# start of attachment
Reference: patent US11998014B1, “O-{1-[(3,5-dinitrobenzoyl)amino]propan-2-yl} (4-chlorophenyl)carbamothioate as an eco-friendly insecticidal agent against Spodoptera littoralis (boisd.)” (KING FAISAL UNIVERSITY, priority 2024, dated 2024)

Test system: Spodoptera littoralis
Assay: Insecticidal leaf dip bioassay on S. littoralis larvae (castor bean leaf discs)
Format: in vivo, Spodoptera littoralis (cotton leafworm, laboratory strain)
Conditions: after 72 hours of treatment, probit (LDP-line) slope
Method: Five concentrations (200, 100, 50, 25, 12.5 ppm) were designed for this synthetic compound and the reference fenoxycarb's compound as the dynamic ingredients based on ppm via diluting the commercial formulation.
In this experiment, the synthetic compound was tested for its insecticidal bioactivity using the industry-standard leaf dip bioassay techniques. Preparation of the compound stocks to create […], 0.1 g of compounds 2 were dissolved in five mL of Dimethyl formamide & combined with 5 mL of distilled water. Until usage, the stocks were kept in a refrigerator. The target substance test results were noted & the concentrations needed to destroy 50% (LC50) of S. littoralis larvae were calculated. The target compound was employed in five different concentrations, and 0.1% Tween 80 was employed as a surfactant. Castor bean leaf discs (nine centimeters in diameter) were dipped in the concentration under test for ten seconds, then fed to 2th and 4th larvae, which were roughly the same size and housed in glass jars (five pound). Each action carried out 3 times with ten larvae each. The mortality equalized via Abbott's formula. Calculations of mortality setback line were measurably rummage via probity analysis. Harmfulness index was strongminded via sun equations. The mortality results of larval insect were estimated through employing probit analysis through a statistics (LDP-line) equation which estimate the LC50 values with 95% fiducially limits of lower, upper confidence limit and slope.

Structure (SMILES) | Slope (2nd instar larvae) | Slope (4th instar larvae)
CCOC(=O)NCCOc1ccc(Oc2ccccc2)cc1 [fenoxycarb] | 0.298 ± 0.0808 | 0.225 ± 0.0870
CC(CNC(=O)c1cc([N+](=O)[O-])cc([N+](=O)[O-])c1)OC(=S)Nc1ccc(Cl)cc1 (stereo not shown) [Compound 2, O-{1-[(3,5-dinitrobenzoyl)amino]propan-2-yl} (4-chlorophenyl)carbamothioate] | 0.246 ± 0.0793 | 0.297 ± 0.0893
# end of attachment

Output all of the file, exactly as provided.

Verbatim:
Reference: patent US11998014B1, “O-{1-[(3,5-dinitrobenzoyl)amino]propan-2-yl} (4-chlorophenyl)carbamothioate as an eco-friendly insecticidal agent against Spodoptera littoralis (boisd.)” (KING FAISAL UNIVERSITY, priority 2024, dated 2024)

Test system: Spodoptera littoralis
Assay: Insecticidal leaf dip bioassay on S. littoralis larvae (castor bean leaf discs)
Format: in vivo, Spodoptera littoralis (cotton leafworm, laboratory strain)
Conditions: after 72 hours of treatment, probit (LDP-line) slope
Method: Five concentrations (200, 100, 50, 25, 12.5 ppm) were designed for this synthetic compound and the reference fenoxycarb's compound as the dynamic ingredients based on ppm via diluting the commercial formulation.
In this experiment, the synthetic compound was tested for its insecticidal bioactivity using the industry-standard leaf dip bioassay techniques. Preparation of the compound stocks to create […], 0.1 g of compounds 2 were dissolved in five mL of Dimethyl formamide & combined with 5 mL of distilled water. Until usage, the stocks were kept in a refrigerator. The target substance test results were noted & the concentrations needed to destroy 50% (LC50) of S. littoralis larvae were calculated. The target compound was employed in five different concentrations, and 0.1% Tween 80 was employed as a surfactant. Castor bean leaf discs (nine centimeters in diameter) were dipped in the concentration under test for ten seconds, then fed to 2th and 4th larvae, which were roughly the same size and housed in glass jars (five pound). Each action carried out 3 times with ten larvae each. The mortality equalized via Abbott's formula. Calculations of mortality setback line were measurably rummage via probity analysis. Harmfulness index was strongminded via sun equations. The mortality results of larval insect were estimated through employing probit analysis through a statistics (LDP-line) equation which estimate the LC50 values with 95% fiducially limits of lower, upper confidence limit and slope.

Structure (SMILES) | Slope (2nd instar larvae) | Slope (4th instar larvae)
CCOC(=O)NCCOc1ccc(Oc2ccccc2)cc1 [fenoxycarb] | 0.298 ± 0.0808 | 0.225 ± 0.0870
CC(CNC(=O)c1cc([N+](=O)[O-])cc([N+](=O)[O-])c1)OC(=S)Nc1ccc(Cl)cc1 (stereo not shown) [Compound 2, O-{1-[(3,5-dinitrobenzoyl)amino]propan-2-yl} (4-chlorophenyl)carbamothioate] | 0.246 ± 0.0793 | 0.297 ± 0.0893